Because business leaders crave the ‘why,’ they realize data storytelling offers significant potential to their organizations. In the survey, almost all the business leaders and data professionals (93%) agreed that “decisions made as a result of successful data storytelling have the potential to help increase revenue.” A further 92% of the business leaders and data professionals agreed that data storytelling is “an effective way of communicating or delivering data and analytics results.”
Interestingly, not as many (71%) were convinced that data storytelling skills were “very important when reporting results to the C-suite or other key stakeholders.” However, 87% agreed that their organization’s leadership team would make more data-driven decisions if insights were presented in a simpler and more understandable way, which is a primary outcome of effective data storytelling. In addition, they recognized the top two benefits of data stories as the ability to focus the story (72%) and add more context (64%).
If Data Storytelling Is So Vital, Why Isn’t It More Prevalent?
Even though most of the respondents were familiar with the term of data storytelling (82%), an entire quarter of the companies admitted they still hadn’t put it into practice. Exasol’s research found 77% of the people in charge of data communication were both data literate and understood the business. While being data literate helps with interpreting the numbers, it doesn’t necessarily translate into being able to communicate the insights effectively. In the study, organizations cited three main challenges that were impeding data storytelling:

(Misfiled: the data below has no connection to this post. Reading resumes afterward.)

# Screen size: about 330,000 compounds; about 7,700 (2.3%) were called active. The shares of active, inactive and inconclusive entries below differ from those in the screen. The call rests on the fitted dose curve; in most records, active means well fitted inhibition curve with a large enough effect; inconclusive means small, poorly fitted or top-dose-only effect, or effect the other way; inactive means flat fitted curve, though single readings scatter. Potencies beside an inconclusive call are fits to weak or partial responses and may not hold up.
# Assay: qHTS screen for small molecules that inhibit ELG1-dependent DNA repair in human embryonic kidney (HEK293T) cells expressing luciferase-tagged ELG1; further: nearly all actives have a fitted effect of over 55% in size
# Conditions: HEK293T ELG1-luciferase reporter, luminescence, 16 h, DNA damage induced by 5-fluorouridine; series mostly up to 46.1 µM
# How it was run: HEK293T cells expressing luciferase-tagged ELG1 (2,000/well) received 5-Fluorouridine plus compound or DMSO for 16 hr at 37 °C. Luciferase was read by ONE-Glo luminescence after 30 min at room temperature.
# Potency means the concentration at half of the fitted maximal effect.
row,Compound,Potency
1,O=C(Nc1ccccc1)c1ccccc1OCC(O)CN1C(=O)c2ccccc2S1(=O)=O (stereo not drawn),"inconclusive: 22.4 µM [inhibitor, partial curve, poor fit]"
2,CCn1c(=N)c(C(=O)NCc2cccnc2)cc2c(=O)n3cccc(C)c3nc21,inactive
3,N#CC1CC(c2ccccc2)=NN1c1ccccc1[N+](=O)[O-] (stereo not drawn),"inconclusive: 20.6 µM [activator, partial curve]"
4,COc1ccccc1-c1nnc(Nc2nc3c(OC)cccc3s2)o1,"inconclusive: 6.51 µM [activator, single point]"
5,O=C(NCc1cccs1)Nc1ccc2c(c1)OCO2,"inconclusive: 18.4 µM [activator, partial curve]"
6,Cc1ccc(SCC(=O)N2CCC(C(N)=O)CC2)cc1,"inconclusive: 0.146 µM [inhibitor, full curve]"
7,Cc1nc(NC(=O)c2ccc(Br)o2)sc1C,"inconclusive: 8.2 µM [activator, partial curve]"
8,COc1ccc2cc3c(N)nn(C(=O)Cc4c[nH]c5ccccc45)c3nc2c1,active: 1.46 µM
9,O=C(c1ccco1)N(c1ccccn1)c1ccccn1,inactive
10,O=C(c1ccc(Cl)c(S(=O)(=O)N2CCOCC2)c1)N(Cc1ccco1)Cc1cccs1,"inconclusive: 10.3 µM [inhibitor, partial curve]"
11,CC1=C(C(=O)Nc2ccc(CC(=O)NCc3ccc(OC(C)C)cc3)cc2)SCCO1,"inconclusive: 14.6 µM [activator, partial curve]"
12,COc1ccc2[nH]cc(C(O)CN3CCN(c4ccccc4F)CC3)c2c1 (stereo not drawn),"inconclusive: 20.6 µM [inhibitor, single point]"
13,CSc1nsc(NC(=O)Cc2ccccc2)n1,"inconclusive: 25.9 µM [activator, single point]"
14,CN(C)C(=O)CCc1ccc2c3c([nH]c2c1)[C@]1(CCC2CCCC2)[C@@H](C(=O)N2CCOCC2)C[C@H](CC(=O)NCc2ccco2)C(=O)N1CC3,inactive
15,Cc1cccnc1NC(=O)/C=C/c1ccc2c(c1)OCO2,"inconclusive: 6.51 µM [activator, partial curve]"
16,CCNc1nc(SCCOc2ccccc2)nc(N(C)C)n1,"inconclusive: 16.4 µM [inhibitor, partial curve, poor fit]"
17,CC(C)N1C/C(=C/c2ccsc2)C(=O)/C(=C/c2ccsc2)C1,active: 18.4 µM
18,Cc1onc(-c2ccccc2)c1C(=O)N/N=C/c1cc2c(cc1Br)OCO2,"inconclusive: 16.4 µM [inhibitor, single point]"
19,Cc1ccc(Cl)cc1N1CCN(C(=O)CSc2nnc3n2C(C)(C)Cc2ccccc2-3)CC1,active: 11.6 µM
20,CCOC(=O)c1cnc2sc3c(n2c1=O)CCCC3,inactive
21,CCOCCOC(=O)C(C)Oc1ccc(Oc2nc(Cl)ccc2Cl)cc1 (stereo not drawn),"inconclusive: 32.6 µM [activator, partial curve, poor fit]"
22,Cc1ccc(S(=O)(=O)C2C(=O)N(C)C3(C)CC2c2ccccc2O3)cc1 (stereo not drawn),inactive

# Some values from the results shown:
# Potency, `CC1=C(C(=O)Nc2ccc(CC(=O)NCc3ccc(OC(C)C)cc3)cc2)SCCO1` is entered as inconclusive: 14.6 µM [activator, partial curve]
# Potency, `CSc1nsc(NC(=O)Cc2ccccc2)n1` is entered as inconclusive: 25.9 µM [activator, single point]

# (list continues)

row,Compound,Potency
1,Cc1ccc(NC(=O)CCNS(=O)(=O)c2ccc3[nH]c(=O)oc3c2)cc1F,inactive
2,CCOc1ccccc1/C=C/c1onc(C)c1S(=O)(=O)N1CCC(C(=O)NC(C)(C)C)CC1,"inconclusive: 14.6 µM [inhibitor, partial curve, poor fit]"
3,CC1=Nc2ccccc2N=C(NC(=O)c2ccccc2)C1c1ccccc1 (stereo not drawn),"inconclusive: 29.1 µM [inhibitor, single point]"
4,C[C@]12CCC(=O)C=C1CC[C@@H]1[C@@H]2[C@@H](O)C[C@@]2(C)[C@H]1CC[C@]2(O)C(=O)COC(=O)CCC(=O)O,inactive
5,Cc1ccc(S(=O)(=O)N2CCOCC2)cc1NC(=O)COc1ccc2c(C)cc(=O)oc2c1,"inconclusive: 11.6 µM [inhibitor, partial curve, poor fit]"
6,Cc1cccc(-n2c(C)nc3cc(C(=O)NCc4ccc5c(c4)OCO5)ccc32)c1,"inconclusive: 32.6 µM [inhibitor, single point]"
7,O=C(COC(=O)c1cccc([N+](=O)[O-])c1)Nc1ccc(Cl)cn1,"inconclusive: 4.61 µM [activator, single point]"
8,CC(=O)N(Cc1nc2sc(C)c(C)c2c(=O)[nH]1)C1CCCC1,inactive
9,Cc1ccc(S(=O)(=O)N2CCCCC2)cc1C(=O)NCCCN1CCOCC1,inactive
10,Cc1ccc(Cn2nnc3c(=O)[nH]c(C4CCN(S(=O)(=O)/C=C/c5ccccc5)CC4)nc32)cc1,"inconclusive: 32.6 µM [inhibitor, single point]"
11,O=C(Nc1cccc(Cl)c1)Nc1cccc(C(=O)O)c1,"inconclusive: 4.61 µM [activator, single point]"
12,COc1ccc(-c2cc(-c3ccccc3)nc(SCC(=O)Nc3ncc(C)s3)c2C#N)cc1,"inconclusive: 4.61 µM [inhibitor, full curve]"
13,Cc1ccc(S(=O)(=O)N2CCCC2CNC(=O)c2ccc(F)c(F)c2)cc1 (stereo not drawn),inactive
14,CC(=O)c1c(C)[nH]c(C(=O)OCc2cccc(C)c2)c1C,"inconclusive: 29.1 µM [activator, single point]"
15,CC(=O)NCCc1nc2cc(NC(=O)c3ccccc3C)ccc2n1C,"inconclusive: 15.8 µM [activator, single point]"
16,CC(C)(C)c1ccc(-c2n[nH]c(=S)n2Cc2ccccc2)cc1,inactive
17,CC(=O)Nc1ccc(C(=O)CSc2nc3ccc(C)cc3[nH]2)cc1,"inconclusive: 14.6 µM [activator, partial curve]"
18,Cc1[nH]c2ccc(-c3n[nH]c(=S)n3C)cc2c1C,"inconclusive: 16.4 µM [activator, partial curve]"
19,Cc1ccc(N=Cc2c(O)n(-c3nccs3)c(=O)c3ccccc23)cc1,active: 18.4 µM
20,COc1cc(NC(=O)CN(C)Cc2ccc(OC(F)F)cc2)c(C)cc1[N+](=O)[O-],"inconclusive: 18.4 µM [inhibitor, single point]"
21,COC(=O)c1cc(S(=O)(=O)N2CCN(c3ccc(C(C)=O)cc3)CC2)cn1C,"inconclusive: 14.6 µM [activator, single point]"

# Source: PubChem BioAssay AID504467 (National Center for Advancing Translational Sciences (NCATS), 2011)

- Their employees lacked the storytelling skills, irrespective of whether they were data literate or not (49%).
- Non-data literate people wouldn’t be able to understand data stories (48%).
- A lack of time to dedicate to developing stories from data (47%).
To address these hurdles for data storytelling, you should consider the following steps at your organization:
- Invest In Data Storytelling Training. This crucial skill set is important for not just data professionals but also business teams and leaders. The training should encompass more than just data visualization best practices and focus on the power of narrative that is the backbone of effective data storytelling.